Manzanita stick wound
No matter, we clamber on carefully, and I’m very pleased to have the gloves, which spare the fingers on the rough sandstone megaliths. There is no trail at this point; just stay on the ridge and crawl around the beautiful pink boulders, with an eye out for rattlesnakes.
After about two hours, we top out on Arlington Peak itself, and can see La Cumbre again, but it feels very far away since a large chasm, or arroyo, looms between. We take a 10-minute break on Arlington, about the only flat spot on the entire scramble, gobbling bananas and quaffing water. All three of us are very sweaty, and we are careful to stay hydrated.
Soon we’re on the move again and a few minutes later arrive at the official Cathedral Peak (3,290 feet), which from the east looks like a kind of stony spire. We carefully go around Cathedral Peak on the right, then choose a low, long left as we move east along this ridge, making sure to come back up when the ground permits — you are really off-trail here, and you are sussing out where to go next.
Some scores of yards beyond Cathedral Peak, you see a very steep chute going down from your ridge. After some guesswork, you descend the precipitous slope very carefully, using the thick chaparral for handholds. This either didn’t burn fully in the Gap Fire or, being on the damper north side, has sprung back amazingly. The handholds in the strong chaparral are very helpful, especially if you are wearing your gloves. Remember, if you guess wrong on this, you will have to somehow scramble back up to Cathedral and return the way you came. Many hikers are defeated by this trek and have made two or three attempts to reach La Cumbre before succeeding.
Along the way to Cathedral we see some prickly phlox flowers emerging, mixed with the vicious yuccas and burnt-out manzanitas, but otherwise it is fairly barren.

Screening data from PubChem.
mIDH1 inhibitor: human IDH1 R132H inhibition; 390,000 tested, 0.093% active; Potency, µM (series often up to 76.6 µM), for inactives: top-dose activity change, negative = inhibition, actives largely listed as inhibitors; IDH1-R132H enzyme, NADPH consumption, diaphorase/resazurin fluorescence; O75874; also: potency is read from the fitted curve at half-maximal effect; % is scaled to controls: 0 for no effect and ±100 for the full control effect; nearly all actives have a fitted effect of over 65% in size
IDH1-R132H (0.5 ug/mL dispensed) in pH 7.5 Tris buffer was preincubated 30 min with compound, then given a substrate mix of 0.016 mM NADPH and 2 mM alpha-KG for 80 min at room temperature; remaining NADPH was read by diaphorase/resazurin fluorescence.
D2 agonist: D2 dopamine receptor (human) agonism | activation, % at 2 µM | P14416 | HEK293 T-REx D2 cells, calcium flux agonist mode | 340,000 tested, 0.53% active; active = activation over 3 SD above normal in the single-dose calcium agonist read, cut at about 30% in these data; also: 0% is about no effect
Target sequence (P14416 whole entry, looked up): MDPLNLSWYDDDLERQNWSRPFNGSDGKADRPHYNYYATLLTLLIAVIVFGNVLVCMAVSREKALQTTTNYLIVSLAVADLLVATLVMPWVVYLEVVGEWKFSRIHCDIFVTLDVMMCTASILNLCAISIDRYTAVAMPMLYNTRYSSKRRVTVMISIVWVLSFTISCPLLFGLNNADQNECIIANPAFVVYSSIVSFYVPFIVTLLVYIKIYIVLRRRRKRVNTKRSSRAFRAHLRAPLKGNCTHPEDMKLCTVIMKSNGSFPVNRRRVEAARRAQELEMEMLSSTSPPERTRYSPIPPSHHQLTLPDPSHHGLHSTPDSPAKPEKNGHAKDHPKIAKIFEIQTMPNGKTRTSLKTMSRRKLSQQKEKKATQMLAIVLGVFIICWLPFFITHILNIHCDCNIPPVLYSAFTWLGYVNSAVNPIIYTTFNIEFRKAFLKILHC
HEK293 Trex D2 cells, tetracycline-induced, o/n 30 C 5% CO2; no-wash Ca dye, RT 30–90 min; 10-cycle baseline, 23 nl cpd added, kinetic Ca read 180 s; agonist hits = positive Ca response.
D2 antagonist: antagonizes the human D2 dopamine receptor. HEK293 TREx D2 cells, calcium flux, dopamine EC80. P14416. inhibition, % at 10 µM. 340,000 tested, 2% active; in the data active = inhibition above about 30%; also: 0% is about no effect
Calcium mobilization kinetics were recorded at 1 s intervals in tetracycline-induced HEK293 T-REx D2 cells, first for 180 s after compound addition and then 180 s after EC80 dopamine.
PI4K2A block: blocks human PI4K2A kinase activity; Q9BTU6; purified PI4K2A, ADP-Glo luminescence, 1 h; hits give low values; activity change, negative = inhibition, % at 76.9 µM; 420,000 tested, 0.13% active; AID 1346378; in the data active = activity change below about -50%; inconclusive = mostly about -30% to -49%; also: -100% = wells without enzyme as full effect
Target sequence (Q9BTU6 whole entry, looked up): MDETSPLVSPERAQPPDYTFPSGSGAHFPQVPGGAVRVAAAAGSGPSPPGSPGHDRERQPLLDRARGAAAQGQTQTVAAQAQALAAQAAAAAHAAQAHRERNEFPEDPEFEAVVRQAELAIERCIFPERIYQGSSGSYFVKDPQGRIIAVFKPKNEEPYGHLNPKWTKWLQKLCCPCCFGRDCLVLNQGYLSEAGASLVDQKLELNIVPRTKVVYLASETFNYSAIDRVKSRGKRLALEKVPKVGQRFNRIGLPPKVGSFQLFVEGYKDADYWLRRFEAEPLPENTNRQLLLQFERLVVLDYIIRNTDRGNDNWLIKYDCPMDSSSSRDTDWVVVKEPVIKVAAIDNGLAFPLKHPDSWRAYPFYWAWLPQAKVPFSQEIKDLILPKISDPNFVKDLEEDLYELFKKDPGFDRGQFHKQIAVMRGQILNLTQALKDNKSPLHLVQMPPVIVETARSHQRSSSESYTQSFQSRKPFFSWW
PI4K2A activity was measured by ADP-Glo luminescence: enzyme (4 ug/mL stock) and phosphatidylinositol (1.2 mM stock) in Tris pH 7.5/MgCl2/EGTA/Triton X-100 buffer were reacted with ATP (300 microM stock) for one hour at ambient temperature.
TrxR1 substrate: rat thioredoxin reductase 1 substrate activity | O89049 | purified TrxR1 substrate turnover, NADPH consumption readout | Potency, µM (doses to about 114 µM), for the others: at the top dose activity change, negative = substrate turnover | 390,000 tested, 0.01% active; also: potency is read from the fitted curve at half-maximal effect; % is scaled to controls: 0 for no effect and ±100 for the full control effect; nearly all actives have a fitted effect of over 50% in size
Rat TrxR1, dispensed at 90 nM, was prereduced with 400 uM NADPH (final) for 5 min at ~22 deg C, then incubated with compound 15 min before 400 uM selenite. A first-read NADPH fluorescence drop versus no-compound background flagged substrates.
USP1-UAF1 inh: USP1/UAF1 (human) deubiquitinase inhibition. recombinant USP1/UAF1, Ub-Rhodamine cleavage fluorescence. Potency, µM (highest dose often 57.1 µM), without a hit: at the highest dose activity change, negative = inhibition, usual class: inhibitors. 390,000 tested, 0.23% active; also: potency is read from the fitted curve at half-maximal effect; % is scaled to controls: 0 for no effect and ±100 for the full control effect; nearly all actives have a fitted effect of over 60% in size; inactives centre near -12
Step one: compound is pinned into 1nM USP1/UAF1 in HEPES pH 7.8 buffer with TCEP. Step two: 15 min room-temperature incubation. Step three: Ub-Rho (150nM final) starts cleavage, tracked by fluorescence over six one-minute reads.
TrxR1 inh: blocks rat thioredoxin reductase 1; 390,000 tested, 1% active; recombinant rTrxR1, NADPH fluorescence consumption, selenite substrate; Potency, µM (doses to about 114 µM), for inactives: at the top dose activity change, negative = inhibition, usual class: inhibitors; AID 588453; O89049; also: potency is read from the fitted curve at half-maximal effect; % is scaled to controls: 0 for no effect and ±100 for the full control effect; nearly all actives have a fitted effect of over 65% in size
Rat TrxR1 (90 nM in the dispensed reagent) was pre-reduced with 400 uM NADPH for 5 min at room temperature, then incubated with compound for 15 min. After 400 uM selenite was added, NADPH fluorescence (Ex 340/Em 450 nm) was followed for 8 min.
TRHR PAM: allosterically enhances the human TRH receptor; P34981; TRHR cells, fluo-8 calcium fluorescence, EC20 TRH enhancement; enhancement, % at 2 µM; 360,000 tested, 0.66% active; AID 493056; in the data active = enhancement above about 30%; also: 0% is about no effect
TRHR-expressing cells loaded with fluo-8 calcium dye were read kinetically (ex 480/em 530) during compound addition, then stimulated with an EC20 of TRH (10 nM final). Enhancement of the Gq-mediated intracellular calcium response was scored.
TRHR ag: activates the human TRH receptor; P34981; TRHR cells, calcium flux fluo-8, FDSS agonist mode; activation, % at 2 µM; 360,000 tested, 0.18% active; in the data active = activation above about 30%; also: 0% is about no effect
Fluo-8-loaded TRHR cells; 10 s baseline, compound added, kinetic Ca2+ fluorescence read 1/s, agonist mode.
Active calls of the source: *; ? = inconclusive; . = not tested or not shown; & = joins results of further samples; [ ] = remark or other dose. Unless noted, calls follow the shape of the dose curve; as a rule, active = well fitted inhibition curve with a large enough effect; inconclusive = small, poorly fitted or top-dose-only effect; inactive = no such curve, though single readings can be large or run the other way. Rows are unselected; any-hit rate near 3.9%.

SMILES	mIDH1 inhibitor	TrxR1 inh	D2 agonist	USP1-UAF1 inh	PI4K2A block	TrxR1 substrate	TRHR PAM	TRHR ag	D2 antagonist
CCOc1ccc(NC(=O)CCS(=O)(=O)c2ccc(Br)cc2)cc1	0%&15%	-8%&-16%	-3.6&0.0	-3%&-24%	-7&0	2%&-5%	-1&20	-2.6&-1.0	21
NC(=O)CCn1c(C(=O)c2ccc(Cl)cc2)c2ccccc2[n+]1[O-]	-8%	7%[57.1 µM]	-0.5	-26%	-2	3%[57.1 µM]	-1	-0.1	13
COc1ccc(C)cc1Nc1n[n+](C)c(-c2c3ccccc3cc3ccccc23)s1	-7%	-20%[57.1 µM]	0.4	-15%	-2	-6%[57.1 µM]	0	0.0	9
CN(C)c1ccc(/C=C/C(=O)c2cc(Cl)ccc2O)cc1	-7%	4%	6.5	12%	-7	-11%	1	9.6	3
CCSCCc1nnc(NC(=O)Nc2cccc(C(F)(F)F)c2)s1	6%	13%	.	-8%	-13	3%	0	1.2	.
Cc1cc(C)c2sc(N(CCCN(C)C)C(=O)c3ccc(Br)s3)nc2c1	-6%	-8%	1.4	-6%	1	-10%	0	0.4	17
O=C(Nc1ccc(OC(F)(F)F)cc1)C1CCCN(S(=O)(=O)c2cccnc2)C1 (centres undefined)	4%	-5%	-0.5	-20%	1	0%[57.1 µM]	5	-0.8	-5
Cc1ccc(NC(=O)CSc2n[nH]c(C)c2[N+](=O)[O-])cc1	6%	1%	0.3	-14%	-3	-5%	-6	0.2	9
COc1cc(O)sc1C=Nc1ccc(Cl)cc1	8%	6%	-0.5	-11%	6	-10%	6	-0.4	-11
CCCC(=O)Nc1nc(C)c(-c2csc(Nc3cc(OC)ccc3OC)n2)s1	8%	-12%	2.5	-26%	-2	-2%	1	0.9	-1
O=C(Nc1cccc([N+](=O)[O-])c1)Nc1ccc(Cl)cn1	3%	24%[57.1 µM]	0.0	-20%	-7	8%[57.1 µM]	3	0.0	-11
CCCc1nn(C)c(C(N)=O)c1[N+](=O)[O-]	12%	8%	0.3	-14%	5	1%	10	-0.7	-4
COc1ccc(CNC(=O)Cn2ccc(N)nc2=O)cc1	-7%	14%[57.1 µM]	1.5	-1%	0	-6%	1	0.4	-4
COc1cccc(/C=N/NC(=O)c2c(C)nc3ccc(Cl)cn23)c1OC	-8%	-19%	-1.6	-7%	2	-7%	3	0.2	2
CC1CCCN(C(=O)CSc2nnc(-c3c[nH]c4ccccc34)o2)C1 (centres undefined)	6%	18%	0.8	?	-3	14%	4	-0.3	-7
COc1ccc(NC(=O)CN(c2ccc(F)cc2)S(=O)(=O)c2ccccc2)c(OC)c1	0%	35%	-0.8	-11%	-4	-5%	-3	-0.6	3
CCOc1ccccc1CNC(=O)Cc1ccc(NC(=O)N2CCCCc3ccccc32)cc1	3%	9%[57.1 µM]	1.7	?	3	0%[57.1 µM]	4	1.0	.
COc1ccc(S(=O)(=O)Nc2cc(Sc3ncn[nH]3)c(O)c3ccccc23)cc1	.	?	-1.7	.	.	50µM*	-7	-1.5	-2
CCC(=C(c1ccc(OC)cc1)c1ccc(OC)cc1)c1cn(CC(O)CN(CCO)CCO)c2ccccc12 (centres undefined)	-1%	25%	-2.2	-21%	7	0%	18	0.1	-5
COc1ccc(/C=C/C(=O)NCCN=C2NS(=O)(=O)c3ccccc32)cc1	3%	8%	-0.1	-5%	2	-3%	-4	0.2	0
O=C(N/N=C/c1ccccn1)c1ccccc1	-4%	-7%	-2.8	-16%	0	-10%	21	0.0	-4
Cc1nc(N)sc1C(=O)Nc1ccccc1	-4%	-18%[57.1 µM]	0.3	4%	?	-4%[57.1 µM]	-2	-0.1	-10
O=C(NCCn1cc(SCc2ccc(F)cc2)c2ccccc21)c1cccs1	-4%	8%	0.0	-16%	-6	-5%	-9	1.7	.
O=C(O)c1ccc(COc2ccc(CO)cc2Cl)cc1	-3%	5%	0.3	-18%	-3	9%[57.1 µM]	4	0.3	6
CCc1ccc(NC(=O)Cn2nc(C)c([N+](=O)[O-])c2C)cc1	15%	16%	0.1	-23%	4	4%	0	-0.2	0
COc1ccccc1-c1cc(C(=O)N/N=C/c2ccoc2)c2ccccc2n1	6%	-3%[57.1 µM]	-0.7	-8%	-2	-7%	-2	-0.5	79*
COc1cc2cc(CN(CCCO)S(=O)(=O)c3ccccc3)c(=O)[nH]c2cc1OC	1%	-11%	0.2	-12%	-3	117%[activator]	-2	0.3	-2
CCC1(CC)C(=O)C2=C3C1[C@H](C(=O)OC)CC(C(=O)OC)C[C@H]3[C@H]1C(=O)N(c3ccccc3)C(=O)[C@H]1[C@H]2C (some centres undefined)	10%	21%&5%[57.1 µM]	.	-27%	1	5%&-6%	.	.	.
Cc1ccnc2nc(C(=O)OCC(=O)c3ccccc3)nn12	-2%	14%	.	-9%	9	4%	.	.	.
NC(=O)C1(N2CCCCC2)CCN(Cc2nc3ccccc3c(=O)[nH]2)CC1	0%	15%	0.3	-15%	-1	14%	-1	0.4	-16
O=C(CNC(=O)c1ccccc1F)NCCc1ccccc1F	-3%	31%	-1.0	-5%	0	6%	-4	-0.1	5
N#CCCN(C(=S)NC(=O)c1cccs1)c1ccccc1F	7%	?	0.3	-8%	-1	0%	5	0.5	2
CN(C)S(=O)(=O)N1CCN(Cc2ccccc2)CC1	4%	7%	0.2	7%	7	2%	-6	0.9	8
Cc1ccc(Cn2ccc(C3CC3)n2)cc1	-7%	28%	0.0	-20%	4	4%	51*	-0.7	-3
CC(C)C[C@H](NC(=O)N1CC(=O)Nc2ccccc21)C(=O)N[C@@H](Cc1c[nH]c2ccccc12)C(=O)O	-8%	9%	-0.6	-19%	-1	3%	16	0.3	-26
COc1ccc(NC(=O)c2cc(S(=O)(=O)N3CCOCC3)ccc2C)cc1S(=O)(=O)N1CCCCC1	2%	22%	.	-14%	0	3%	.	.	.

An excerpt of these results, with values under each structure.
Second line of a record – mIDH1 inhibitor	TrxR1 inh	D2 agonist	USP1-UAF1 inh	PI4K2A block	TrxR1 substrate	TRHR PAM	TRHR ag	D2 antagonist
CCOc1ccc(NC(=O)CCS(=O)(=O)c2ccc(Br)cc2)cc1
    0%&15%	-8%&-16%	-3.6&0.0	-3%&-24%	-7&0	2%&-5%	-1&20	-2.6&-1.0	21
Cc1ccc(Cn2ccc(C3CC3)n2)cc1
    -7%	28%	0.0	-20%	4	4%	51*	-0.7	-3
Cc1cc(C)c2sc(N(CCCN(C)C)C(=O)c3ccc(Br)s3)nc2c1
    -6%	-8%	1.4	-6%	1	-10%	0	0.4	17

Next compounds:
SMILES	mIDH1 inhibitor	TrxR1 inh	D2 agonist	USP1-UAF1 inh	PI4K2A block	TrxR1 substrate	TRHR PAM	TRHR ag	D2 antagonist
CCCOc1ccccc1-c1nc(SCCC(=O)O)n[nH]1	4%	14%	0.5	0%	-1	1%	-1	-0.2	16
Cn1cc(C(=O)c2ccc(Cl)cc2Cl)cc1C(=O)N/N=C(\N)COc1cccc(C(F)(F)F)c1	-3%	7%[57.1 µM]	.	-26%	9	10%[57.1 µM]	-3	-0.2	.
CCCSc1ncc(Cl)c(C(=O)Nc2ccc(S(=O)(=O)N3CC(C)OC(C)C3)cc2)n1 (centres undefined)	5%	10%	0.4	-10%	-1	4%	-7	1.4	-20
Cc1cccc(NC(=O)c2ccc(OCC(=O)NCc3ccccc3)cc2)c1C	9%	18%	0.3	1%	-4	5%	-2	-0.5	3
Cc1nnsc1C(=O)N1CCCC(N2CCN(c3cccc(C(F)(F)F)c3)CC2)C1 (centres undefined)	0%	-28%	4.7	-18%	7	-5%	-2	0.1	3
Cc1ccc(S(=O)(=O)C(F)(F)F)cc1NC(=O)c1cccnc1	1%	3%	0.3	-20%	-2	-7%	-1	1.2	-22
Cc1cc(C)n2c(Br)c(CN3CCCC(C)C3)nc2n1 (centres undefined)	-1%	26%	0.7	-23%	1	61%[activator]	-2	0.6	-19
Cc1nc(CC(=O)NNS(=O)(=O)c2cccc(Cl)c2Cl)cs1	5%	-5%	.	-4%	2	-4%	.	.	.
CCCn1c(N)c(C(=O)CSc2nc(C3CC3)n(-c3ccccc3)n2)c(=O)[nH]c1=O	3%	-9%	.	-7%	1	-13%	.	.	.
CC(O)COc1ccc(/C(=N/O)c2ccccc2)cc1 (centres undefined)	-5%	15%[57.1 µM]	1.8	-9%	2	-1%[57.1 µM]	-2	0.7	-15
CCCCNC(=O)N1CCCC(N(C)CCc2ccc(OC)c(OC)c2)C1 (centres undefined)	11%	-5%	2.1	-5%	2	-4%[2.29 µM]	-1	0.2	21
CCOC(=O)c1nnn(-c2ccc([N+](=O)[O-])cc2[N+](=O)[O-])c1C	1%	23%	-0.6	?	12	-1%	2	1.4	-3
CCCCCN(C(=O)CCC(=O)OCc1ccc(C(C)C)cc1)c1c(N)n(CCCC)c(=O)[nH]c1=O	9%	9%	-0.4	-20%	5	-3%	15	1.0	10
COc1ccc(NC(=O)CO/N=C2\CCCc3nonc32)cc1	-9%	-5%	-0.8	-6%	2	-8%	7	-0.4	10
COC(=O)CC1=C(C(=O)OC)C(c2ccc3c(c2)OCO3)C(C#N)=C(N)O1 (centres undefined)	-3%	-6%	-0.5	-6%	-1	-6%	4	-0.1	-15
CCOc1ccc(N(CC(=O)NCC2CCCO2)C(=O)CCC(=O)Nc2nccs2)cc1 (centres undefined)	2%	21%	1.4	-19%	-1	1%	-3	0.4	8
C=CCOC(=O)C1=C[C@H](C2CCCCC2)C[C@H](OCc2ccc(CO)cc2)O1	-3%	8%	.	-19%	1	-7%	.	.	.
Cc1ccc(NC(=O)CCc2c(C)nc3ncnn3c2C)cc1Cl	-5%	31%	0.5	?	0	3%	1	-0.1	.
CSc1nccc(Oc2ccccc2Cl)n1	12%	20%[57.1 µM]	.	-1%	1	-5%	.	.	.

La Cumbre Peak from Cathedral Peak
The view north from near Cathedral (picture 4) doesn’t do justice to how many hundreds of feet you lose going into the deep arroyo before you can ascend again. The photo does show part of an old trail going up to La Cumbre Peak (the fire lookout is east and just out of frame), but that sketchy trail doesn’t go all the way, and you will still have to scramble off-trail often. You have to find it on your own once you are down in the canyon.
While you feel pretty close to La Cumbre Peak, you also lose sight of it once you drop into the chasm. I have spent far too much time roaming around in this thicket searching for the best way up, and there is simply some trial-and-error work here, random bushwhacking, which is exhausting. It’s in this zone, and all the rest of the extremely steep and rocky ascent above, that most people have gotten lost or disoriented. Remember, even getting back up to Cathedral Peak is a major chore, and you should expect to be on your hands and knees part of the time — a very small fanny pack is best here since larger daypacks will keep getting hooked on the vicious vegetation.